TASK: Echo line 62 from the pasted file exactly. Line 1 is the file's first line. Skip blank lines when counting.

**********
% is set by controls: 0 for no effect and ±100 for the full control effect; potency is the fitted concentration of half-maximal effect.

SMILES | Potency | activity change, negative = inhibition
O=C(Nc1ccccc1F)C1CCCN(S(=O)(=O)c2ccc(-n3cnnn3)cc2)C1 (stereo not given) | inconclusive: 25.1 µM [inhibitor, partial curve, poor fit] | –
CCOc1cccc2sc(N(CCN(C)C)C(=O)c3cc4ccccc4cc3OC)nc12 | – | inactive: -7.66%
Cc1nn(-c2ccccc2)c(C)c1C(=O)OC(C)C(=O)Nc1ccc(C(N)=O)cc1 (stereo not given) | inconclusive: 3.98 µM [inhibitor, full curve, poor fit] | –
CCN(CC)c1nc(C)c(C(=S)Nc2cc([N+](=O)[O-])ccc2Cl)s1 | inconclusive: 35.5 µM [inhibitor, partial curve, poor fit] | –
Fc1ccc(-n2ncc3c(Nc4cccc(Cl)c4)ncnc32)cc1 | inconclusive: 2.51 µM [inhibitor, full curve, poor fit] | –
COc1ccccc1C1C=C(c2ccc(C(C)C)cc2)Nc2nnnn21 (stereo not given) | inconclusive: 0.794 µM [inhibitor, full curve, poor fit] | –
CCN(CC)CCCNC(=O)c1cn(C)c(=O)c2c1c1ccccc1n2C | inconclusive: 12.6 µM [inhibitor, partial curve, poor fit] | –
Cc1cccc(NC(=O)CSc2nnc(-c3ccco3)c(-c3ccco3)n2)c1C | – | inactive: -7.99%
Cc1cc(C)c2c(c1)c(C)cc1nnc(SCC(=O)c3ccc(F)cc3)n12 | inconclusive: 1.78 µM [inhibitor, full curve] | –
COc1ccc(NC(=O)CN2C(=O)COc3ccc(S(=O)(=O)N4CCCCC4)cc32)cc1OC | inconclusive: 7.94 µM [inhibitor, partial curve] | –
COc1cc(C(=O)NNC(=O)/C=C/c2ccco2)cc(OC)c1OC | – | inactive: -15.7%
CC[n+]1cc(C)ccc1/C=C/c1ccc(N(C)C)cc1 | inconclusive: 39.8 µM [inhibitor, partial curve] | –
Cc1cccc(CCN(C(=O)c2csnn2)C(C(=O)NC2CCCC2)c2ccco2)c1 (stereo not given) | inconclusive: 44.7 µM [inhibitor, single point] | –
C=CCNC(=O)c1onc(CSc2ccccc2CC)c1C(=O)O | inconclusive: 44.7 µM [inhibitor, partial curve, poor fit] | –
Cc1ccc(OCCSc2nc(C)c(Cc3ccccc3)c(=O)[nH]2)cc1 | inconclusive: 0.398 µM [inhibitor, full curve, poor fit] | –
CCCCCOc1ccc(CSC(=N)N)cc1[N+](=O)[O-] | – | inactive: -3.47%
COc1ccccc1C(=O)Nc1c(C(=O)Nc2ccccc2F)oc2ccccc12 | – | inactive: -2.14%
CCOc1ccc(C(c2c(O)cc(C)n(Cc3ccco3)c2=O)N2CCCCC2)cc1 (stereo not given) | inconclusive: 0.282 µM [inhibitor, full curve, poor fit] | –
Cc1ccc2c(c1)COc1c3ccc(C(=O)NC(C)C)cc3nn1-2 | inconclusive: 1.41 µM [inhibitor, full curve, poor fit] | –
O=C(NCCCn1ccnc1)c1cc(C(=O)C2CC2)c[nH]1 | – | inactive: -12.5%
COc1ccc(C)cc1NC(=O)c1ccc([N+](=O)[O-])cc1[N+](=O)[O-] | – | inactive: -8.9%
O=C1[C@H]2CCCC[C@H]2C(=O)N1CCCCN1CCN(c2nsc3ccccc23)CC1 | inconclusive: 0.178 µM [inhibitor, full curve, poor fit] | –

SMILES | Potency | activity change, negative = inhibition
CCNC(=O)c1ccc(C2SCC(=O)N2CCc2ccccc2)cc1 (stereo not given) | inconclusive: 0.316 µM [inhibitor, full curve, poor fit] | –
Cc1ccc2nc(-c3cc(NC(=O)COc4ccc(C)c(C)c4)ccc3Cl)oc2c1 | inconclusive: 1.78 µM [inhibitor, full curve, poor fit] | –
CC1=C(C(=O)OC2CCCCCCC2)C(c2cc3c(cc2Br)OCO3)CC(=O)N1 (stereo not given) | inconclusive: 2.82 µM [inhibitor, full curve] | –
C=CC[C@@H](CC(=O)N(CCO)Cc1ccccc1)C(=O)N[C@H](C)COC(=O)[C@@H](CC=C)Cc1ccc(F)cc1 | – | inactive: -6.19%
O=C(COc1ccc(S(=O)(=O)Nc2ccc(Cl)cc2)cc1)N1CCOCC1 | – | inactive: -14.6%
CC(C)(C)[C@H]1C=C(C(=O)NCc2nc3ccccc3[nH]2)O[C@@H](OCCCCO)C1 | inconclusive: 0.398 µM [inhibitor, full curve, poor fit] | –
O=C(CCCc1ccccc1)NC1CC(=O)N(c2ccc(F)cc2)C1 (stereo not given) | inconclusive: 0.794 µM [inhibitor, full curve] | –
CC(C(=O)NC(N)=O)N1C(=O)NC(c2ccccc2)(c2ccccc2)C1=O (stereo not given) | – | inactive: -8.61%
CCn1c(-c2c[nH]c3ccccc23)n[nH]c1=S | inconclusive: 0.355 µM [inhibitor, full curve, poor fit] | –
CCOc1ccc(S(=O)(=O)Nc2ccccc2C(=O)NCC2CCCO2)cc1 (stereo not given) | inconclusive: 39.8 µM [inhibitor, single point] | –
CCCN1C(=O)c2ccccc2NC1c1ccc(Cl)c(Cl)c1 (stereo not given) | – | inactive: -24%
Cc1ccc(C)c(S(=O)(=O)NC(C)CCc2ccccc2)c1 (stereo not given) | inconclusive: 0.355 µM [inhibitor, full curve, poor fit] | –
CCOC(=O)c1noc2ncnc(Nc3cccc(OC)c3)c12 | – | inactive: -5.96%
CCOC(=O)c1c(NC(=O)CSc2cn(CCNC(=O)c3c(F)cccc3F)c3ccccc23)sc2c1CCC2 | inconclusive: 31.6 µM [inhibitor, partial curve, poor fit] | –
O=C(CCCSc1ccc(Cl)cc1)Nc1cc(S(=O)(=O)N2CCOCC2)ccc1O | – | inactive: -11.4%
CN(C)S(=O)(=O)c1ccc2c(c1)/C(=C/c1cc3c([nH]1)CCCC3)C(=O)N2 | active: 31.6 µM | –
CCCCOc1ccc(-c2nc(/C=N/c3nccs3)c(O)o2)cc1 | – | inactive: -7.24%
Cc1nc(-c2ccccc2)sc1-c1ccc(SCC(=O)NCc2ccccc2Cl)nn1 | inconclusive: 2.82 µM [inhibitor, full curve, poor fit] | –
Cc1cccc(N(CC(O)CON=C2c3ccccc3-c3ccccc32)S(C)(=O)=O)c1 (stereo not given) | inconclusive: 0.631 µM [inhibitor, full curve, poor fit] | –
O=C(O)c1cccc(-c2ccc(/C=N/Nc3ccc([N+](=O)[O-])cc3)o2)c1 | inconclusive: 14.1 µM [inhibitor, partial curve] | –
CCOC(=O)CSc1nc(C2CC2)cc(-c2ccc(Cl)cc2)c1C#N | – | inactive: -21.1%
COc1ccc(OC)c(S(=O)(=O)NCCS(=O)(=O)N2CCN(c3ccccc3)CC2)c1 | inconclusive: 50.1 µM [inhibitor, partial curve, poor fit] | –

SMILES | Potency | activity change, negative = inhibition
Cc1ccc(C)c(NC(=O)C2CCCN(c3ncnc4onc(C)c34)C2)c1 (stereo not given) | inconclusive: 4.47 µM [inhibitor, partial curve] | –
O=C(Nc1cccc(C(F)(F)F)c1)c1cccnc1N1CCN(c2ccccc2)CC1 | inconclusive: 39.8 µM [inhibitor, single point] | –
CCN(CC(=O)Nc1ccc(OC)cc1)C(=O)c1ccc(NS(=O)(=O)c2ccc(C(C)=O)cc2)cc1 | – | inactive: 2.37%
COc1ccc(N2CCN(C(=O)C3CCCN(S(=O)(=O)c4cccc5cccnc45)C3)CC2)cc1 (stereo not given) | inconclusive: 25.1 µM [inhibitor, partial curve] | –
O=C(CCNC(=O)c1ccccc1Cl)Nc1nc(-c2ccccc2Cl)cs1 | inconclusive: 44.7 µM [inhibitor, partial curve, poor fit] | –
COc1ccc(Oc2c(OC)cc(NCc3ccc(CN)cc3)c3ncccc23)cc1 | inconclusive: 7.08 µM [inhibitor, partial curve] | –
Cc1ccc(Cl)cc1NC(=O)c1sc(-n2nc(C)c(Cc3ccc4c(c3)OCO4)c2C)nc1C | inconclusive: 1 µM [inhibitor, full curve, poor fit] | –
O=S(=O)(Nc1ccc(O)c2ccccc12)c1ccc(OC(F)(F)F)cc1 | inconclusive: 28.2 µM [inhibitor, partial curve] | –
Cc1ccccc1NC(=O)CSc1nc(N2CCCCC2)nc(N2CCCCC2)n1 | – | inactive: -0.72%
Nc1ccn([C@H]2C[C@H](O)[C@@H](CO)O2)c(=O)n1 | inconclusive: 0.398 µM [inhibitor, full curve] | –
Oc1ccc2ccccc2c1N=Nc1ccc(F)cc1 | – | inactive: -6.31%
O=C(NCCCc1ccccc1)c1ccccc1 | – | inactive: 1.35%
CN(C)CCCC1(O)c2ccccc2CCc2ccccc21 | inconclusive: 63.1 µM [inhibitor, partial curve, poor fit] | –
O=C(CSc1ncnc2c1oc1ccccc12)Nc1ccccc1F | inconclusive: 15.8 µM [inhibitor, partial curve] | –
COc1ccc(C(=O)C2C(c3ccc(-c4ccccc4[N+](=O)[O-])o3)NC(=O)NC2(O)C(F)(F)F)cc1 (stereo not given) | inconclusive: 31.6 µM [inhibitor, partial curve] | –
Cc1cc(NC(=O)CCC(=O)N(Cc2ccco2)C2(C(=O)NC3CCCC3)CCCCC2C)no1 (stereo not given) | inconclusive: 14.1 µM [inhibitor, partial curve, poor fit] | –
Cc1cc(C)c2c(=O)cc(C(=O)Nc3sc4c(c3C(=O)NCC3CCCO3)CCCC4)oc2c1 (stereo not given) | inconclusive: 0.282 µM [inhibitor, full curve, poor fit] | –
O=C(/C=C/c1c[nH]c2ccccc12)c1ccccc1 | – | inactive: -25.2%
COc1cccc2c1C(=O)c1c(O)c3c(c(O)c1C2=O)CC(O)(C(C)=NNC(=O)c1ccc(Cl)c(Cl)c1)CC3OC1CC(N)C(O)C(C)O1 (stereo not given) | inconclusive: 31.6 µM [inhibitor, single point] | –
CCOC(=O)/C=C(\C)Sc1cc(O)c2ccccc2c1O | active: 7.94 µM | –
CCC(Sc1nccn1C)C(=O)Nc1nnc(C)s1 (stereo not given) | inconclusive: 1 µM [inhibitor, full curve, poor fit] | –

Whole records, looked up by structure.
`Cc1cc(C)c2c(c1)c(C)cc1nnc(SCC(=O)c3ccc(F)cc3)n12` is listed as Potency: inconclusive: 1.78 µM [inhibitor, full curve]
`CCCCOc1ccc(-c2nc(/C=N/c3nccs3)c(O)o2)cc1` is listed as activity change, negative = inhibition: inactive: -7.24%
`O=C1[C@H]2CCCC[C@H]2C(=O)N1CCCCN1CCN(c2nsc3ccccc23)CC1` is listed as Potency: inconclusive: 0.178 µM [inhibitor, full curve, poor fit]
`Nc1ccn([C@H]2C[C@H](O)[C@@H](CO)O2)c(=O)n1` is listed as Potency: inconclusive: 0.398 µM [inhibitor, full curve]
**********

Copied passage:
O=C(CSc1ncnc2c1oc1ccccc12)Nc1ccccc1F | inconclusive: 15.8 µM [inhibitor, partial curve] | –